Reading Goals: 2016

As the new year is quickly approaching, I’ve decided it’s time to write down my reading goals and make them “concrete.” I don’t know about the rest of you but I always do better with my goals when I can A) see them and check them off, and B) be accountable to others for them.

In recent years, I’ve tried to read “when I could” but the number of books I was checking off my TBR list was dismal. I’m talking embarrassingly so. The good news is that I think the way to fix it is to make my goals more specific. So, in order to be accountable to someone, I’ve decided to share my reading goals with you! (Assuming I have any readers, lol.)

This year, I will read:

*8 Middle Grade Books (Any Genre)

*8 YA Books (Any Genre, but at least one Horror)

*8 Adult Books (Any Genre)

*4 Non-fiction Books

*12 New Releases (One each month, which I will then review and blog about)

*12 Previously Selected Books for my Book Club (One each month)

This makes a grand total of 52 books, which means I will have to finish one book each week. (I know, this isn’t a lot to many of you, but I am a practically single mother of four, so…) With any luck I won’t fall behind on this and I might be able to up the ante next year!

What are your reading goals? I’d love to hear!

 

Book Review: Winter (The Lunar Chronicles)

So I just finished reading the final installment of Marissa Meyer’s Lunar Chronicles, and thought I would share my opinions on it. (Because so many people care about what I think… har har.)

Overall, I really enjoyed this novel. I actually hadn’t read any of the previous books (as I was waiting for the last one to come out and have this thing about starting series when they’re not finished) but couldn’t help myself when I saw the gorgeous cover as I wandered Barnes and Noble late on the Tuesday night it was released.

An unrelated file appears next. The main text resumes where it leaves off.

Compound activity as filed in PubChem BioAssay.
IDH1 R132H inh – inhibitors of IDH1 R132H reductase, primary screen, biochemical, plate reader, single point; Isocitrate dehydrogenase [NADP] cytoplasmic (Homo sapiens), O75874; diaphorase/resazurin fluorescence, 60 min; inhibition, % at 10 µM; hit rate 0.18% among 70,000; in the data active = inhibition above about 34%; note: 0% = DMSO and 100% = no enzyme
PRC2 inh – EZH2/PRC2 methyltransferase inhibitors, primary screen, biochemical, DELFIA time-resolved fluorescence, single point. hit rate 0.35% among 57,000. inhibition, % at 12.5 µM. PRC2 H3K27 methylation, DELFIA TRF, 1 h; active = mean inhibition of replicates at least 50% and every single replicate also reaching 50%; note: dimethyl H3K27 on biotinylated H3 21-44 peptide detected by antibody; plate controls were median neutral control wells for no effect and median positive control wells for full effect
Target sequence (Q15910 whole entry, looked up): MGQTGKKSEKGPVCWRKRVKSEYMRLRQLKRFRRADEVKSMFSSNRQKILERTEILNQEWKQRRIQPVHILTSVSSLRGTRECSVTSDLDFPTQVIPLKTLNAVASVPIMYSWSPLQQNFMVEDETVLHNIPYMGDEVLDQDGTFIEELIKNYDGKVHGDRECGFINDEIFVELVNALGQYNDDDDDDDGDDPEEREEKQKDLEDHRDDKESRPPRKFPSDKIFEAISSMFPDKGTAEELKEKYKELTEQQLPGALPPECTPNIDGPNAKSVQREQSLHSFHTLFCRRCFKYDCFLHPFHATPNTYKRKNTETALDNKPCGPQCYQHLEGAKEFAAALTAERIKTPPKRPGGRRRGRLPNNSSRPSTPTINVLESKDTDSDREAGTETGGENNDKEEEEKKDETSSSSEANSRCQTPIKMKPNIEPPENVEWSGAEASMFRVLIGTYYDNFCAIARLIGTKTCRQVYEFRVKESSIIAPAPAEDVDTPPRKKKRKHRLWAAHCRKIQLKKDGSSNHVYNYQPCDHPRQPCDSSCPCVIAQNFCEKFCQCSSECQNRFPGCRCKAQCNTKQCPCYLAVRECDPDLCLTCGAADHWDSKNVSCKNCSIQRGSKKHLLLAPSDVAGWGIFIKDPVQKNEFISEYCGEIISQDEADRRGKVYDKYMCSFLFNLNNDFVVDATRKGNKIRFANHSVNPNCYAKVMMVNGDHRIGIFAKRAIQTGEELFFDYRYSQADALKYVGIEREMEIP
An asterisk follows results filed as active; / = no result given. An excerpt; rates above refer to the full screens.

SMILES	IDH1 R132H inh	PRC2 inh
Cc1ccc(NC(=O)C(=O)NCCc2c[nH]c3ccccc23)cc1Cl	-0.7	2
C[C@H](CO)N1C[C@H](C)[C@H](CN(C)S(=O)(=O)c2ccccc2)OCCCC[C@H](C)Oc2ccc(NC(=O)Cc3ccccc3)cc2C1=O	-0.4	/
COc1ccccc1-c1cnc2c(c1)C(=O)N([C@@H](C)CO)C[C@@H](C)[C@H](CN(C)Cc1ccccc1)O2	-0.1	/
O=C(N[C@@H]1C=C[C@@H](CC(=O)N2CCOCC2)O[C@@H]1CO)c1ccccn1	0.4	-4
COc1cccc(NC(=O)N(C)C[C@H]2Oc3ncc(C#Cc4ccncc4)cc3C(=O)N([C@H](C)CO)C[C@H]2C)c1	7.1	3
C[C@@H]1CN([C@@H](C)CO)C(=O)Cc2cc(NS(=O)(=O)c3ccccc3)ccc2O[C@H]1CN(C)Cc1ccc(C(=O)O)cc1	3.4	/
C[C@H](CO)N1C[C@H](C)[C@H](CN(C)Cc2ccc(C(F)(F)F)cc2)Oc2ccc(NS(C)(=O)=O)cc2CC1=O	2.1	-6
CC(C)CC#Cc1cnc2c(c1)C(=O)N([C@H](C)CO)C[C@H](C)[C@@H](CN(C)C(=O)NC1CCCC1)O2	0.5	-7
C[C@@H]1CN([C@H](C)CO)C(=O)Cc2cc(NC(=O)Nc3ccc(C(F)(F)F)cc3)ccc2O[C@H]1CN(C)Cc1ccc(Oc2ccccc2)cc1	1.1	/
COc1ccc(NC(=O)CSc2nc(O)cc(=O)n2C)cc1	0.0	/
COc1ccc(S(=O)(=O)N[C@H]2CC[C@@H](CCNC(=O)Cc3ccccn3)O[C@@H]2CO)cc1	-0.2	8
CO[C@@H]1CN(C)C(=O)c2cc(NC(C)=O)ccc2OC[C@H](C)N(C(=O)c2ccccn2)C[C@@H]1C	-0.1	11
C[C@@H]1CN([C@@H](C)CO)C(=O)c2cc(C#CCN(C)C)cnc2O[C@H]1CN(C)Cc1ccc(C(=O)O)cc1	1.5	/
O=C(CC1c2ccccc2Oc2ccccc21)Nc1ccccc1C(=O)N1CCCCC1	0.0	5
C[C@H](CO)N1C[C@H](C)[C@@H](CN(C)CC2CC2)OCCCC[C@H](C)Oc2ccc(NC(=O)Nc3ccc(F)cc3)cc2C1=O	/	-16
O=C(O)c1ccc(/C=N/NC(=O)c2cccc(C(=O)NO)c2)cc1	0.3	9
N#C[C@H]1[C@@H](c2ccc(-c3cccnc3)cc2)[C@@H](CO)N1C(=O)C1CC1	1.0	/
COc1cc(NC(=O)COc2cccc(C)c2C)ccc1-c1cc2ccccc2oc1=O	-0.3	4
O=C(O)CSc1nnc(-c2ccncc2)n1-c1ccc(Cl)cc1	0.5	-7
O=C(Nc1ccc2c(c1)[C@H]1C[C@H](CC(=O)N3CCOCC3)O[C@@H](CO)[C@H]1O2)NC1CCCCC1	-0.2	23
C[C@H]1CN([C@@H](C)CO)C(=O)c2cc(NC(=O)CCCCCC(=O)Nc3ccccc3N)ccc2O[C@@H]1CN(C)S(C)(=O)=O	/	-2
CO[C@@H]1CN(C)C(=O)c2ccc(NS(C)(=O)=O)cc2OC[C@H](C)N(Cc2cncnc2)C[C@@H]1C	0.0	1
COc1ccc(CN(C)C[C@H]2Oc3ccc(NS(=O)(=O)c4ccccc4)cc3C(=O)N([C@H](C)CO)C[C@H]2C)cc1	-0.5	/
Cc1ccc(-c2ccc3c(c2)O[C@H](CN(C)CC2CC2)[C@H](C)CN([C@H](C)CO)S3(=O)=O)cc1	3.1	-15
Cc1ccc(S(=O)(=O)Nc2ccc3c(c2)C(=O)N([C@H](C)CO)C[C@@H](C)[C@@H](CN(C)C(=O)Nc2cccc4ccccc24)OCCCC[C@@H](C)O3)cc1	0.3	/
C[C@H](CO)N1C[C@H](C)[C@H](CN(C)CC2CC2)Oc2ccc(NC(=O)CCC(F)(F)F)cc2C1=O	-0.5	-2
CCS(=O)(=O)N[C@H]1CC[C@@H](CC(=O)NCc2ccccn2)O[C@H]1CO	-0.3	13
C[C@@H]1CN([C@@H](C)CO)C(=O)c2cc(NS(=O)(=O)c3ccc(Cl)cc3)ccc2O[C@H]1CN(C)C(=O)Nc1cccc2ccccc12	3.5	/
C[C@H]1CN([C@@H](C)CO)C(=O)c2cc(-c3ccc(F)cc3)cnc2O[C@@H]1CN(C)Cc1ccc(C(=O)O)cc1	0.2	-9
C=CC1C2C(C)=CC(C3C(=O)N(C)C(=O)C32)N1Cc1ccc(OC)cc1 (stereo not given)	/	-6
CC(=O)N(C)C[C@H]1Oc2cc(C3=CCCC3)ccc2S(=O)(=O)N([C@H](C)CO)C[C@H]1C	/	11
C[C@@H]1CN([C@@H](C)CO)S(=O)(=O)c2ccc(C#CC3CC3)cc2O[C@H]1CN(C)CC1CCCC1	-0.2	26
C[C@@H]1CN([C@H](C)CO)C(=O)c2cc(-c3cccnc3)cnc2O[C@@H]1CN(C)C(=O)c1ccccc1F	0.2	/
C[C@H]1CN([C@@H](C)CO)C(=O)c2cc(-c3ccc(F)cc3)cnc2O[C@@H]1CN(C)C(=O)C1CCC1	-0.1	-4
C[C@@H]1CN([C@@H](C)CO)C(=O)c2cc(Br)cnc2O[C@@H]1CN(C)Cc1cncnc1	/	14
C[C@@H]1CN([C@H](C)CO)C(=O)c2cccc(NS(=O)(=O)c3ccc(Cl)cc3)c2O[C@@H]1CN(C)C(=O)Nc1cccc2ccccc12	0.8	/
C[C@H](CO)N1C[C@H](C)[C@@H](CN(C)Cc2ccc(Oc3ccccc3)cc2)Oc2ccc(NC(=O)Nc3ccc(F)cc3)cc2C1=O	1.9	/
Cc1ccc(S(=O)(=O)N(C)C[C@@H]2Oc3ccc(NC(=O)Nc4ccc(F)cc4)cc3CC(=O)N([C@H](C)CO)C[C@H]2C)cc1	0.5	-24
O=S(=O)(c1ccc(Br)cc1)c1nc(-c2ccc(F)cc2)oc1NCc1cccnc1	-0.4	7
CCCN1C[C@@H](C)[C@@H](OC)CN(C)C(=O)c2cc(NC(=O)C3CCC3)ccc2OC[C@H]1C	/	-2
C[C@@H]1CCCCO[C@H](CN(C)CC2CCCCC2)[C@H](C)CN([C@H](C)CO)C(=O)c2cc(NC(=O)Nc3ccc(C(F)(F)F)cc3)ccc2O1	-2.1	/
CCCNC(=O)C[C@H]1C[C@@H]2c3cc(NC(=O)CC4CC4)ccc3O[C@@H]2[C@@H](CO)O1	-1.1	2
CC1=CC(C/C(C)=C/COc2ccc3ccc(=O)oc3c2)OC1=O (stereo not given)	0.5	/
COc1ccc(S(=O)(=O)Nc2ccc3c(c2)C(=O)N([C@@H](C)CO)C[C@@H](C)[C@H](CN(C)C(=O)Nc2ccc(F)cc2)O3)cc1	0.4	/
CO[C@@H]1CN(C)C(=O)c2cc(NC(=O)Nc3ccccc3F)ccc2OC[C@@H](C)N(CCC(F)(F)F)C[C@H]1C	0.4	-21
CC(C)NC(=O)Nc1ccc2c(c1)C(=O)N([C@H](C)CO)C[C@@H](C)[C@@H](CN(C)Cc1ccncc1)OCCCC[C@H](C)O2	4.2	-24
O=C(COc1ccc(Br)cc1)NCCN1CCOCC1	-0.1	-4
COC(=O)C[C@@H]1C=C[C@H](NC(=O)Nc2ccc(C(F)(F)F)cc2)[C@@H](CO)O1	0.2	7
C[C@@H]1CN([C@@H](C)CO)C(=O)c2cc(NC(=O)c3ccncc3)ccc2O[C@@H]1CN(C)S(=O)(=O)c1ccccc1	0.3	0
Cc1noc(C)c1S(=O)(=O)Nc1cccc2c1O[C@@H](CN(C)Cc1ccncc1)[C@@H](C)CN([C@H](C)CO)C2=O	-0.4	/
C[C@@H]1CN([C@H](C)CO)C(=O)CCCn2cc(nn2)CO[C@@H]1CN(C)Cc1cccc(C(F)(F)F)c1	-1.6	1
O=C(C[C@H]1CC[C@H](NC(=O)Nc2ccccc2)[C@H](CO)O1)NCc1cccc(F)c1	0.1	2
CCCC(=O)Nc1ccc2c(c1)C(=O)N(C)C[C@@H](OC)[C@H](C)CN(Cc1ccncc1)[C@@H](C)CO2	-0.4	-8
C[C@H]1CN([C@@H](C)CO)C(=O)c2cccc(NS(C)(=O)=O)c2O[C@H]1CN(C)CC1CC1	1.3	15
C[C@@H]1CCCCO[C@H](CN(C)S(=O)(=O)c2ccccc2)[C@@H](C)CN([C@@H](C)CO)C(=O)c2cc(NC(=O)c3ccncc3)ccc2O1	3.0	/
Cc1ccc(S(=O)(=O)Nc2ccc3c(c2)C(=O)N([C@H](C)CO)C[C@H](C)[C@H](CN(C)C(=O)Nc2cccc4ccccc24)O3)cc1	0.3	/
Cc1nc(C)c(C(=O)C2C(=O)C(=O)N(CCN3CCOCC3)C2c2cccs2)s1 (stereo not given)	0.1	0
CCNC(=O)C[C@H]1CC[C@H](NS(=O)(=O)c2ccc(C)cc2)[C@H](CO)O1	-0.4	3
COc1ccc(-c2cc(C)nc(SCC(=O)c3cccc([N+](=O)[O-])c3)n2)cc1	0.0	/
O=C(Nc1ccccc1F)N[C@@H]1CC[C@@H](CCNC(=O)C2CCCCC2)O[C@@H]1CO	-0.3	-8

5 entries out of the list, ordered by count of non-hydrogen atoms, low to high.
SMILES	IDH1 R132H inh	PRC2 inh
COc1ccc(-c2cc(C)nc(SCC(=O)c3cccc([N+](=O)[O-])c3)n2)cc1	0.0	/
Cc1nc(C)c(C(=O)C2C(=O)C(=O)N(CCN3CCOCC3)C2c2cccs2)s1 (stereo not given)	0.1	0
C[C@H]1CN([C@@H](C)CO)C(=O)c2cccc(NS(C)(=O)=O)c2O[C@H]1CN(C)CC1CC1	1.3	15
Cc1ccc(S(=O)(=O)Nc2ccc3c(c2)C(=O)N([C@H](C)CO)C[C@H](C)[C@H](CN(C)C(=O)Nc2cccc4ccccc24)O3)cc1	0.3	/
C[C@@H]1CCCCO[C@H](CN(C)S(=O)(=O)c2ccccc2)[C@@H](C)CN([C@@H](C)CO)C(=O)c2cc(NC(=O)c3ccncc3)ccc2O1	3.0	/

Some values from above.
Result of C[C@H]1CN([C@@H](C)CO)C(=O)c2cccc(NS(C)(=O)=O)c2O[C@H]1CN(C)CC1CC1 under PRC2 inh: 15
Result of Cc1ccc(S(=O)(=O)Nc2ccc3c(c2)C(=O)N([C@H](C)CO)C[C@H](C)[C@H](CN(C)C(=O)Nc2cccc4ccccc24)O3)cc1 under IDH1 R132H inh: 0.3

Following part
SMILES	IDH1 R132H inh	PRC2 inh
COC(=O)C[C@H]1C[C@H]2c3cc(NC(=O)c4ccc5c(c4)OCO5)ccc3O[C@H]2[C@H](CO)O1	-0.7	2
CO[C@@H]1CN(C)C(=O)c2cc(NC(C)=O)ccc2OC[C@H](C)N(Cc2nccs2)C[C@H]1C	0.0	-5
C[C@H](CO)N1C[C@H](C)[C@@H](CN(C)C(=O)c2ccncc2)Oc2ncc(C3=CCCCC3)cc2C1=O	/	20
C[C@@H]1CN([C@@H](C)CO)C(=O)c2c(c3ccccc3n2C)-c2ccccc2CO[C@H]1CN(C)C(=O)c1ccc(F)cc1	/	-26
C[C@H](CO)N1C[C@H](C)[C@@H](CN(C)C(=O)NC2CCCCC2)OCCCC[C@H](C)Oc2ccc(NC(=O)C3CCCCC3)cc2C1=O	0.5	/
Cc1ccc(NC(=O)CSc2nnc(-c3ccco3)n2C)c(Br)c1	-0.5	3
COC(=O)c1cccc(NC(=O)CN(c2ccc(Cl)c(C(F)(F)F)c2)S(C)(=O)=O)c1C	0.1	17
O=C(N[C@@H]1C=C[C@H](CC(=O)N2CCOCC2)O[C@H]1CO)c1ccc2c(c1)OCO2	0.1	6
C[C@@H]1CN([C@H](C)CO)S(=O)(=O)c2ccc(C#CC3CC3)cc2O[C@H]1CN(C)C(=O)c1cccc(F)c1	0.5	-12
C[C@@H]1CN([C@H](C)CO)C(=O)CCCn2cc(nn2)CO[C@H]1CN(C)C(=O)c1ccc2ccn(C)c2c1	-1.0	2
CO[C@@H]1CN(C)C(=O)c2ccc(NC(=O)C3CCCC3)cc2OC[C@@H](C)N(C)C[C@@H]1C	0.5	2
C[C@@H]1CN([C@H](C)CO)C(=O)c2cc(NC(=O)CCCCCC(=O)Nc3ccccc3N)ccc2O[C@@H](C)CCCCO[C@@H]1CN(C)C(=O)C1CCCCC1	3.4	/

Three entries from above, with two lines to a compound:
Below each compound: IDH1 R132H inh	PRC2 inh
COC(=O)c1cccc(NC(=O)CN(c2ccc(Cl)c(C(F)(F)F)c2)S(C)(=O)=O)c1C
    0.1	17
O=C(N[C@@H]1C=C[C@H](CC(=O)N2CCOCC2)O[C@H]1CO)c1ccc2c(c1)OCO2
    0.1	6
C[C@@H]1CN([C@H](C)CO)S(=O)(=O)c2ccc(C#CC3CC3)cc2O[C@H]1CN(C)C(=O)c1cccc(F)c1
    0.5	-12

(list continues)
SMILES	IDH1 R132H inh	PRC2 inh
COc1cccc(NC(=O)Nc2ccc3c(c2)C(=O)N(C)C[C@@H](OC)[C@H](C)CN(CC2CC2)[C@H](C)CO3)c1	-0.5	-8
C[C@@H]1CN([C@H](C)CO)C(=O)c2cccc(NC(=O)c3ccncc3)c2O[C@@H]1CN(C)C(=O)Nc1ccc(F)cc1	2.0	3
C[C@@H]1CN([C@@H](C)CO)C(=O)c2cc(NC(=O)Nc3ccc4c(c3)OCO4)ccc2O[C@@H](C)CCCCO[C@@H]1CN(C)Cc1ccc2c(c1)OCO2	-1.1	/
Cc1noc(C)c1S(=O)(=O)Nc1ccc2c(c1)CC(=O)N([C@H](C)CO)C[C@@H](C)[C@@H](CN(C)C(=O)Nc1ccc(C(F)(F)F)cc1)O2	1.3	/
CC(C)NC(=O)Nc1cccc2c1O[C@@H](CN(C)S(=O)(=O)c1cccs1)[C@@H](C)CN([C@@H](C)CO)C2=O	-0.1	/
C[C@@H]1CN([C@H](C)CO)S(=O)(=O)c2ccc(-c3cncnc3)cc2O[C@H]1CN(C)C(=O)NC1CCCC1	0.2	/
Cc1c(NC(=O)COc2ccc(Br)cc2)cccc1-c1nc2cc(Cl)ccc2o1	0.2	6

Winter

As a sort of experiment, I decided to go ahead and read it and see if it could be enjoyed as a stand-alone book, or if I would be super confused as I hadn’t been keeping up with the series. I love fairy tales and Snow White is one of my favorites, so I hoped it would be the former. Marissa did not disappoint on this account. At first there were some terms I wasn’t familiar with, but as I continued, she did an excellent job of giving enough background info throughout the book that I understood what had happened enough to keep up with what was currently going on.

I will say that it was a much longer book than it appears at first glance. I had guessed it was around 400-500 pages based off its size, but after reading a few hundred pages and still having so much to go, I checked the last page to get a count. It’s a bit of a behemoth at 823 pages! But the pace is quick and the action makes it feel like a much shorter read. She also tends to focus the story on the characters’ feelings and romantic relationships which was a huge plus for me because I think that rings truer to their fairy tale origins. And of course the political/social aspects of the story were very interesting as she wove them into a well known tale, while still managing to put her own spin on it. (I was kinda surprised at who ends up being the “huntsman” character, but on second thought, I realized how much sense it made.)

My few complaints would be: One, I found myself getting lost in some of the fighting/action sequences as it wasn’t always clear who was hitting what and the like but this might have been intentional. (Fighting is chaotic, after all. Perhaps, she wanted the reader to feel a bit muddled.)

Two, the narrative often slipped between active and passive voice, and I wasn’t sure if that was an attempt to make the POVs sound more individual or if some parts of the book weren’t edited as fiercely as others. On the note of voices, she really did a great job of making them all sound unique (as basically everyone gets to narrate at least one chapter), with the exception of Scarlet and Cinder. As they’re both snarky and quick witted, there were times when, were it not for the names being used, I wouldn’t have been able to tell them apart.  And I wished Winter, not only as the title character but my favorite character, would have had a chance to narrate more of the book. It felt like she didn’t get quite as much page time as Cinder, but that might be because Marissa wanted to start and end the book series with the same character as the main focus.